COPENHAGEN : Denmark to wear kits highlighting human rights issues in Qatar.

Denmark's football team are instituting a series of measures to shine a spotlight on human rights issues in Qatar after qualifying for the 2022 World Cup to be held in the Middle East country, its football association { DBU } said.

Denmark has already sealed automatic qualification last month after topping their groups with nine wins and played their last qualifier on Monday.

The DBU said their two training kit sponsors will make way for a message critical of Qatar while they will also minimise the number of trips to the country to avoid commercial activities that promote the World Cup hosts events.

''DBU has long been critical of the World Cup in Qatar,'' its Chief Executive Officer Jakob Jensen said in a statement.

'' But now we are further intensifying our efforts and critical dialogue so that we take advantage of the fact that we have qualified to work for more change in the country.

''In addition, we have long drawn attention to the challenges facing [ world soccer governing body ]  FIFA and Qatar, and we will continue to do so.''

The federation added that it will continuously conduct due diligence on its choice of hotel and other services  in Qatar to see that labour rights are respected. It also said it would consider the possibility of new initiatives to improve conditions in Qatar.

In 2010, Qatar won the right to host the World Cup in a contentious FIFA vote that sparked corruption investigations into the entire bidding process. Evidence was not found by FIFA to warrant stripping Qatar of hosting rights.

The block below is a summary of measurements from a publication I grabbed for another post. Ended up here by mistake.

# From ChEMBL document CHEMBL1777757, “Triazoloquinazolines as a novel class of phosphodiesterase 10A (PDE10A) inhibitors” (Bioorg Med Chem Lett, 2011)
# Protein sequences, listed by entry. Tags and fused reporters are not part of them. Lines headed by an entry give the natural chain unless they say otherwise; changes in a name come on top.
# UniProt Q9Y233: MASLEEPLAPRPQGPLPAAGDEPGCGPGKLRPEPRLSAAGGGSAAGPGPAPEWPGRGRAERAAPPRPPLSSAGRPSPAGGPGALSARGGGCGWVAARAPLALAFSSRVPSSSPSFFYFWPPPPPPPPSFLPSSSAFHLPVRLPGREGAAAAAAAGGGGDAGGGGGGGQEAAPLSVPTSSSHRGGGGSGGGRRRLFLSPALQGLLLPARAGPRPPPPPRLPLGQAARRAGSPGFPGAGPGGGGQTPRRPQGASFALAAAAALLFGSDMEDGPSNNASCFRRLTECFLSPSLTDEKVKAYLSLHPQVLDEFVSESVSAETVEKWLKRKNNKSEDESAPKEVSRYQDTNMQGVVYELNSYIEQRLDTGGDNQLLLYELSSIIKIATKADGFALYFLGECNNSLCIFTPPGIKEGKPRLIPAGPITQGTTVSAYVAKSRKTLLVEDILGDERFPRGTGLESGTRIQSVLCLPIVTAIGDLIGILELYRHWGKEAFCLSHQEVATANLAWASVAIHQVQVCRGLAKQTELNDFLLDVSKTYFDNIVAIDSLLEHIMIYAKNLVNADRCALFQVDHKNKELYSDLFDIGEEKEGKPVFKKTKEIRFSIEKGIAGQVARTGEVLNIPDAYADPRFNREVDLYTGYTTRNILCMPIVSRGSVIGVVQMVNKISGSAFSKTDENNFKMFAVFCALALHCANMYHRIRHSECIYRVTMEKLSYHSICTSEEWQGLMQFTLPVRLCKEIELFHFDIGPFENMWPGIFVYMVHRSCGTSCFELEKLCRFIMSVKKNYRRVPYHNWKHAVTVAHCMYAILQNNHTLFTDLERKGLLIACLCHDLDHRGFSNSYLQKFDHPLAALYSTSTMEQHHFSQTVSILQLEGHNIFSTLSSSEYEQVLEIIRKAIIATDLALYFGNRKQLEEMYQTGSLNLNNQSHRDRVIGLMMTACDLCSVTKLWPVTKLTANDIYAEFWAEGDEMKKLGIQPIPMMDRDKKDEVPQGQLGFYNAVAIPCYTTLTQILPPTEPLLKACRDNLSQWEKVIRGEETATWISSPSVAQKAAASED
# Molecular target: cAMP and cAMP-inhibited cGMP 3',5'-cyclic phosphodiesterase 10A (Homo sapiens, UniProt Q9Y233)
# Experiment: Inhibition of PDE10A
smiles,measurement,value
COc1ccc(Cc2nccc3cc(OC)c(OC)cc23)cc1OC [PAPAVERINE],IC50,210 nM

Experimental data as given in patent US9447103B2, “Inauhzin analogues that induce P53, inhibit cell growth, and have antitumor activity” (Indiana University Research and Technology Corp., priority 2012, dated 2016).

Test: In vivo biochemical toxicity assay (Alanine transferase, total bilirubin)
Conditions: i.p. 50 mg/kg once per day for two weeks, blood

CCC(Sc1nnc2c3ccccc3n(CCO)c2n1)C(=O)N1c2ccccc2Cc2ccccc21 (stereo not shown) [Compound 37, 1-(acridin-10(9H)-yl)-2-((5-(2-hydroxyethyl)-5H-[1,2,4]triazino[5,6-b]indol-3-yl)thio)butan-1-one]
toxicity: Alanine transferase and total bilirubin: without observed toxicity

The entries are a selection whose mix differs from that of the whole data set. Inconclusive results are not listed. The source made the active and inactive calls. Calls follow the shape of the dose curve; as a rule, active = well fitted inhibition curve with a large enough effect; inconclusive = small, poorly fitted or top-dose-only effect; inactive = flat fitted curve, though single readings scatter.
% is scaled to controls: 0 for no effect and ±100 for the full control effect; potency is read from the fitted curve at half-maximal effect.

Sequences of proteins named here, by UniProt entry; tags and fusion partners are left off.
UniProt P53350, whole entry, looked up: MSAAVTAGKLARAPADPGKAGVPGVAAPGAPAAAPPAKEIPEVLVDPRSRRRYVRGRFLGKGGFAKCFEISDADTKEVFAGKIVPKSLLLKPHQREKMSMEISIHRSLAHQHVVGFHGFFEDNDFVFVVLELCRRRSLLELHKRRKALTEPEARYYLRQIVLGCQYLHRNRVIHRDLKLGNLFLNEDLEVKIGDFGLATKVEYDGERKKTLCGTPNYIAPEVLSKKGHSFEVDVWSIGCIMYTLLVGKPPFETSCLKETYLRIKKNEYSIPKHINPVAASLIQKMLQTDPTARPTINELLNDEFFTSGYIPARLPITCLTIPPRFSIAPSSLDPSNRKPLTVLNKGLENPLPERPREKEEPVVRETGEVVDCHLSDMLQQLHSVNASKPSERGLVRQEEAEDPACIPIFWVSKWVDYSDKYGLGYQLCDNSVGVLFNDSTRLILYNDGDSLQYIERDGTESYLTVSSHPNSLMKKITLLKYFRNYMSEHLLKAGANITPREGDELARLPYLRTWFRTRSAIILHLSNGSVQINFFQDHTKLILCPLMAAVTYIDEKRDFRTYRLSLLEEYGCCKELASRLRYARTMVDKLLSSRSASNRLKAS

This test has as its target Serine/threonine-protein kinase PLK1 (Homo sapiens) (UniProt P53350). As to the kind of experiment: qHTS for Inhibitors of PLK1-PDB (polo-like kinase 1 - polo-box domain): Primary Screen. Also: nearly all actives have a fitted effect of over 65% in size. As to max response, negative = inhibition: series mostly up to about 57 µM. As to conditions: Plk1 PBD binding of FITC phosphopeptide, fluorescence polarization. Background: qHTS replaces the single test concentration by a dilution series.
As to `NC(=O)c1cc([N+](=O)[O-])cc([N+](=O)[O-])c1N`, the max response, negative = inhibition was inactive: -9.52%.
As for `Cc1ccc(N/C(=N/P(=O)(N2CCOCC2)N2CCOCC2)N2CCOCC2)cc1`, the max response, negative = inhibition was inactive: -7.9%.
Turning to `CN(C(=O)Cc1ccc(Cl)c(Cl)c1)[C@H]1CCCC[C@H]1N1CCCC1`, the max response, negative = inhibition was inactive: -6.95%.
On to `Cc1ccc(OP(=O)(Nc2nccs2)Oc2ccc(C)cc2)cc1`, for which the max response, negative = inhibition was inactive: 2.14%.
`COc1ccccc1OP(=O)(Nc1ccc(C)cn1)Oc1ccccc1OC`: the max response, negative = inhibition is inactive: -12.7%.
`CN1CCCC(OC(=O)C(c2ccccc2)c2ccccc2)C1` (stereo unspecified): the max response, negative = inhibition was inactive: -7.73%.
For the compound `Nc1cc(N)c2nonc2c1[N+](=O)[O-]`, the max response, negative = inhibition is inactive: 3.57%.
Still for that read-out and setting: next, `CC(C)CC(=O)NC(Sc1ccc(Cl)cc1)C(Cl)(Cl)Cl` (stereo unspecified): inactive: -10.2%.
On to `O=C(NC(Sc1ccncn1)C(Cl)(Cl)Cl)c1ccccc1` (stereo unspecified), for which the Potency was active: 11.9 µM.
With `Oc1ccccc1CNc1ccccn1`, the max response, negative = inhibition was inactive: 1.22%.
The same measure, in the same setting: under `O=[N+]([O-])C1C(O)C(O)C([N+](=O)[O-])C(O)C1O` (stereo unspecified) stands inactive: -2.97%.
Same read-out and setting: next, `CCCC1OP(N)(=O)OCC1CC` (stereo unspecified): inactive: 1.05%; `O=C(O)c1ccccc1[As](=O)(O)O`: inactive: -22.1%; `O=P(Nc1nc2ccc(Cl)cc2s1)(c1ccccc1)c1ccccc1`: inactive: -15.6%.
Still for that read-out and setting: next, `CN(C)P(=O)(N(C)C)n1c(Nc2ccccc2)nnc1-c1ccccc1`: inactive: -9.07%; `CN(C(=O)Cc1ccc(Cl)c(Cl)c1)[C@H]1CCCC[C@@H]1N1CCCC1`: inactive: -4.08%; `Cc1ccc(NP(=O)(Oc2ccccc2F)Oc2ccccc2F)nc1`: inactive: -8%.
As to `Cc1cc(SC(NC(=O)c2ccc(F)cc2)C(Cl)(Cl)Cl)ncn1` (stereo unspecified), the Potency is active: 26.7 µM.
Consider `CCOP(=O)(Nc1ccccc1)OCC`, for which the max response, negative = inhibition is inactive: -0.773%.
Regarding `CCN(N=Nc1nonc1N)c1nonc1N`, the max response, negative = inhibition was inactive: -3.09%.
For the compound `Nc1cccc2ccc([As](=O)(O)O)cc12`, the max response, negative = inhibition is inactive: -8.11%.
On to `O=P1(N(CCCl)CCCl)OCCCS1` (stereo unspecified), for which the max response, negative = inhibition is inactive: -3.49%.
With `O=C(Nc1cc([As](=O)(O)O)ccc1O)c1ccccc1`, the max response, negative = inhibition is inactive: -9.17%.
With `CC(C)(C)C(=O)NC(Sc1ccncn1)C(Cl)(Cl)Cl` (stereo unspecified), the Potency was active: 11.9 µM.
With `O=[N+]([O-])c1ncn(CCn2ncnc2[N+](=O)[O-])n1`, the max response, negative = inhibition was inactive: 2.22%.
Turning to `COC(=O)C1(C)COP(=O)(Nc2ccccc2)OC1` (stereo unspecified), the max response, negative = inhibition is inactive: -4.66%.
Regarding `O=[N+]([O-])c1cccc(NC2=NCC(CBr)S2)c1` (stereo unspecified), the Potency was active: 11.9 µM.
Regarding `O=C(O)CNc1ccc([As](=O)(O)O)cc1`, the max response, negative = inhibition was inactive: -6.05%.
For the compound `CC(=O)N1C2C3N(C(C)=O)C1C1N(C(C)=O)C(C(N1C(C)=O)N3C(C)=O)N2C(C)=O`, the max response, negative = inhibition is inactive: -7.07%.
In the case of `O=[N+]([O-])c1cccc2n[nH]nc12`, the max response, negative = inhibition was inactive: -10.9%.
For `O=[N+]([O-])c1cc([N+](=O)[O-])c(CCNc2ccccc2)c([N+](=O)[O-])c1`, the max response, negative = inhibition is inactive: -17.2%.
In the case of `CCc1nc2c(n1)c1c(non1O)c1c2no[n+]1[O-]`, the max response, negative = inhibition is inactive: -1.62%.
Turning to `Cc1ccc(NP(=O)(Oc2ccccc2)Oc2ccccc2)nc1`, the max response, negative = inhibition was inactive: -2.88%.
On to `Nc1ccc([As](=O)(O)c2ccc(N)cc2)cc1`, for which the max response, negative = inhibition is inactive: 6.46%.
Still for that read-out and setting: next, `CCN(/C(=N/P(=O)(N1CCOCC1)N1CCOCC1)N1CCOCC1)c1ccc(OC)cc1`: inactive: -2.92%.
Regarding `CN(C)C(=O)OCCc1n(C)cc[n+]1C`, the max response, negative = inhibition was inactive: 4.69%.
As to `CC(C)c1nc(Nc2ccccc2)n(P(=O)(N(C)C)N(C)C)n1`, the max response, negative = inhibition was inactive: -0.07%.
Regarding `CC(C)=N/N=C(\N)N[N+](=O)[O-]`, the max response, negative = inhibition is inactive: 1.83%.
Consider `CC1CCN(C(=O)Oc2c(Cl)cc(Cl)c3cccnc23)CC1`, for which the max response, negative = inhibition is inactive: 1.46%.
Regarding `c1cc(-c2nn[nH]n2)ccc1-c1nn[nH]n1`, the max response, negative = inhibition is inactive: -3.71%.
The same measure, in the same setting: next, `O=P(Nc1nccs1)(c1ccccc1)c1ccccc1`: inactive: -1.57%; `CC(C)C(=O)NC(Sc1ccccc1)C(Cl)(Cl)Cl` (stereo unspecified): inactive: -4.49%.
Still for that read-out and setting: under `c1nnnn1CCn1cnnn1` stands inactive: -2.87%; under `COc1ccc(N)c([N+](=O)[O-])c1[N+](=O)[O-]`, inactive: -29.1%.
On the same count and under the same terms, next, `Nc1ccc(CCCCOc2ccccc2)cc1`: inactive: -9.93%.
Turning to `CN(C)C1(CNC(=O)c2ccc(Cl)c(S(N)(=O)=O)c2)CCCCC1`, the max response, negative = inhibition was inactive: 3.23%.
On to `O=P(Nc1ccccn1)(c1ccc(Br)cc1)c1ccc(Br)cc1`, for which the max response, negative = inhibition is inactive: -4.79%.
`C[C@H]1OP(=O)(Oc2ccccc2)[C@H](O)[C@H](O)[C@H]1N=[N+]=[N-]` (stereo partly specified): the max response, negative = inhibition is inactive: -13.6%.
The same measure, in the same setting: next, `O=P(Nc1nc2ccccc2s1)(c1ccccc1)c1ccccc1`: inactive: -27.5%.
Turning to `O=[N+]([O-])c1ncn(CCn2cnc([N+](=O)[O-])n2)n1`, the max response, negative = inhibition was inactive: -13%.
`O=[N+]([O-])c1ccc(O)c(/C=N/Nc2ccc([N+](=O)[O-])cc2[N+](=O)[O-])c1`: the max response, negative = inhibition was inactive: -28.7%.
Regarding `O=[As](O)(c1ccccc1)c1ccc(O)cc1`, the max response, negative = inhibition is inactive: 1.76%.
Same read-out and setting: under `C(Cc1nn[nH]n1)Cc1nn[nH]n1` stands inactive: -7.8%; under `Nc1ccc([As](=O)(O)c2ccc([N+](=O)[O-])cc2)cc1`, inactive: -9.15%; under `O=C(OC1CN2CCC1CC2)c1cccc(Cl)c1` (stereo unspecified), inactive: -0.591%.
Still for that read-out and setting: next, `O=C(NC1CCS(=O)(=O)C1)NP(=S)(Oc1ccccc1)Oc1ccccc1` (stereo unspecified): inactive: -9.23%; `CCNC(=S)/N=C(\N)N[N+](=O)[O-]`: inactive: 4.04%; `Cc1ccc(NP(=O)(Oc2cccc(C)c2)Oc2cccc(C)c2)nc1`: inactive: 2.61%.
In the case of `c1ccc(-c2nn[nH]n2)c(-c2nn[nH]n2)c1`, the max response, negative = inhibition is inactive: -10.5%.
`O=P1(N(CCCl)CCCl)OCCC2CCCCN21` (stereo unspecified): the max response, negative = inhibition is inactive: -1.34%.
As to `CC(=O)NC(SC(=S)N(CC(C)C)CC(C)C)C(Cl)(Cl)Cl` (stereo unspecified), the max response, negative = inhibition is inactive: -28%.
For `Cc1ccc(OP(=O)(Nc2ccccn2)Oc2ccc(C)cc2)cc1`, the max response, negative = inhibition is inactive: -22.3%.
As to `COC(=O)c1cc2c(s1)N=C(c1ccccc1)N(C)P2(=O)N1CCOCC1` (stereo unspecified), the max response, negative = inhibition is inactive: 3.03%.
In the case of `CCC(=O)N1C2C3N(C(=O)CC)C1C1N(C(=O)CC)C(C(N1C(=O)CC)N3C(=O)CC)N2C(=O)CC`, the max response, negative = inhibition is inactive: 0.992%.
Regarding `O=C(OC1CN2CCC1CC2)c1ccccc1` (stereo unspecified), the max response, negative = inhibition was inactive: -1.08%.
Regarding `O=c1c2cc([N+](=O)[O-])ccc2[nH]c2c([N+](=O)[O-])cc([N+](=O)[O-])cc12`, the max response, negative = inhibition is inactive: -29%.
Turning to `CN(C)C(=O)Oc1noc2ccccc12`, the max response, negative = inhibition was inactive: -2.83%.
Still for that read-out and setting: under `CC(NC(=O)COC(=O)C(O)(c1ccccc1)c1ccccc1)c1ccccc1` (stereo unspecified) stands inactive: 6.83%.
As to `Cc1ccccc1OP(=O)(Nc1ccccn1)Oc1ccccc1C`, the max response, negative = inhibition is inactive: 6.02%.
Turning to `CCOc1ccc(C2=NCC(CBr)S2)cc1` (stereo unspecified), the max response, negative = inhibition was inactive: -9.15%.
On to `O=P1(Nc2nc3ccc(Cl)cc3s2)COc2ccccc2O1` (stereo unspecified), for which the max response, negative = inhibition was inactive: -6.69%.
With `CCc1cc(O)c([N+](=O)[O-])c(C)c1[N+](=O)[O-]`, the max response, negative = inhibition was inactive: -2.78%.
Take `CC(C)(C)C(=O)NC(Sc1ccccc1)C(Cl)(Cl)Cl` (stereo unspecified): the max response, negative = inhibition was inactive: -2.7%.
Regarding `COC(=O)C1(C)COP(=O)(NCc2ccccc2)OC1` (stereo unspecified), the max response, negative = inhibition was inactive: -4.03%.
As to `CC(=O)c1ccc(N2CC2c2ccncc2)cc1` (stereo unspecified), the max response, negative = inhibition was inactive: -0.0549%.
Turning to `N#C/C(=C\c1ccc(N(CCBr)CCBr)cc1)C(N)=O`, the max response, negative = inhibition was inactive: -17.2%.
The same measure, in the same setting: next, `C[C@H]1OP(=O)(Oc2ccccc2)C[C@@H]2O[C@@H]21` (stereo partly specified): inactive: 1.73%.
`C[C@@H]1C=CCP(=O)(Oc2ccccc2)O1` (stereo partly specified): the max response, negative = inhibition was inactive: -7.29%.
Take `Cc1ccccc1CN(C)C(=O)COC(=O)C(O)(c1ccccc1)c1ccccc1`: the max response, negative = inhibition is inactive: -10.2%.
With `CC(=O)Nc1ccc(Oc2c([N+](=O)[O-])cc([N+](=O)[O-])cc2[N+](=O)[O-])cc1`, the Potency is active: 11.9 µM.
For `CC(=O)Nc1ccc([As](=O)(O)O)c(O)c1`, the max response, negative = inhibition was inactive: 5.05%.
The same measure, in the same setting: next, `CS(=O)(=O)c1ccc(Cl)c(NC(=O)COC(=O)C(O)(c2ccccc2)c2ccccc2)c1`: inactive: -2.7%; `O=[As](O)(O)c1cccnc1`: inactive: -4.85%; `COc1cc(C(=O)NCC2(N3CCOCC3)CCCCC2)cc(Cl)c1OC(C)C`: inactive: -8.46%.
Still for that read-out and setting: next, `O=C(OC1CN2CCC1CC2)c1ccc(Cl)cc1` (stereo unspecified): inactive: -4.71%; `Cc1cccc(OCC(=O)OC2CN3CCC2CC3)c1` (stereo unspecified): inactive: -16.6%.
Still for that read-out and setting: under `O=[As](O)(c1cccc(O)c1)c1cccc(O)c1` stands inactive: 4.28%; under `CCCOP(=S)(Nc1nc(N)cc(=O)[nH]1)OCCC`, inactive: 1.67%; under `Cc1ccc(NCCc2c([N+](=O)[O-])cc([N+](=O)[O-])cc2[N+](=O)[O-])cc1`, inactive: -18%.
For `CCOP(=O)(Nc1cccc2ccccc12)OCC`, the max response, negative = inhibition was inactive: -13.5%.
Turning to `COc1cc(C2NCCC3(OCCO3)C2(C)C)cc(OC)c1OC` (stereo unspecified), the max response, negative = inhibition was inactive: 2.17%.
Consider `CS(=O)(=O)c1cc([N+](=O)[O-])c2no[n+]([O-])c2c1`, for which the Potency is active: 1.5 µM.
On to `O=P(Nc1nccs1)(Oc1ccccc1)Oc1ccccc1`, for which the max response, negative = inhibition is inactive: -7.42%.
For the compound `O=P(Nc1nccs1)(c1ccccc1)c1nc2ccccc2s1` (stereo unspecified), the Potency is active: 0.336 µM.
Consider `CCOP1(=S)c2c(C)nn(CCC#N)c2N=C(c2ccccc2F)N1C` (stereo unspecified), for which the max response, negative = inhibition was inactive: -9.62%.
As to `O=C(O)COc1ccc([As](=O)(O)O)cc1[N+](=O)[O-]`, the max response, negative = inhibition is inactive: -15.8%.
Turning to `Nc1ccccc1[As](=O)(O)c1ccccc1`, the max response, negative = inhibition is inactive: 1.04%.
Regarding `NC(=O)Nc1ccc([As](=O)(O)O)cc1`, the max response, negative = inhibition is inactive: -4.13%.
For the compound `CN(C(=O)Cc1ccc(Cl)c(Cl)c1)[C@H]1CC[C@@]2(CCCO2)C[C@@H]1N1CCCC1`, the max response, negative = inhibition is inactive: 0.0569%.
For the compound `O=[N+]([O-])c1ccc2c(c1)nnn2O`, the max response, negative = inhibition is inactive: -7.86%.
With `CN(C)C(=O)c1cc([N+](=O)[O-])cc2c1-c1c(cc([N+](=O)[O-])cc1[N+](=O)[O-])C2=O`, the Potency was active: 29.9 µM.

The natural  gas-rich emirate has spent tens of billions of dollars to build hotels, a new transport system and lavish stadiums to cope with staging the event.

Earlier this week, Amnesty International published a 48-page report said thousands of migrant workers in Qatar were being trapped and exploited, with many facing '' wage theft ''.

The government in Qatar denied the accusations but acknowledged that its labour system was still a ''work in progress ''.

Jensen added he was pleased to see their commercial partners give up space on the training kits for messages to improve conditions for the migrant workers in Qatar.

''It's a very strong signal when our partners also engage in the fight for better conditions in Qatar,'' he added.

''The partners support Danish football, the men's national team and the sporting participation in the European Championships and the World Cup - not the individual host.''

On Thursday, Sweden's top football leagues signed an Amnesty International protest, giving a red card to FIFA and demands that the governing body stand up for the rights of migrant workers in Qatar.

The Swedish national team has not yet qualified for the World Cup, but it can still do so via the European playoffs.

''We can longer influence where the World Cup finals will be played, but we can put pressure and show FIFA that we think the decision was unacceptable already when it was made, and that  FIFA must take more responsibility for the migrant workers,'' said Jens T Anderson, the chairman of the Swedish Football Leagues.

The group represents the 32 men's soccer clubs in the Scandinavian country's top two divisions.

'' We think that the above criticism is important to present, and emphasize the importance of the lobby work of the Swedish Football association in Qatar,'' Andersson said.

Anna Johansson, the head of the Swedish chapter of Amnesty said in the same statement that ''migrant workers are indispensable for the World Cup 2022 to be arranged, but it must not happen at the expense of their lives and human rights''. [Agencies]


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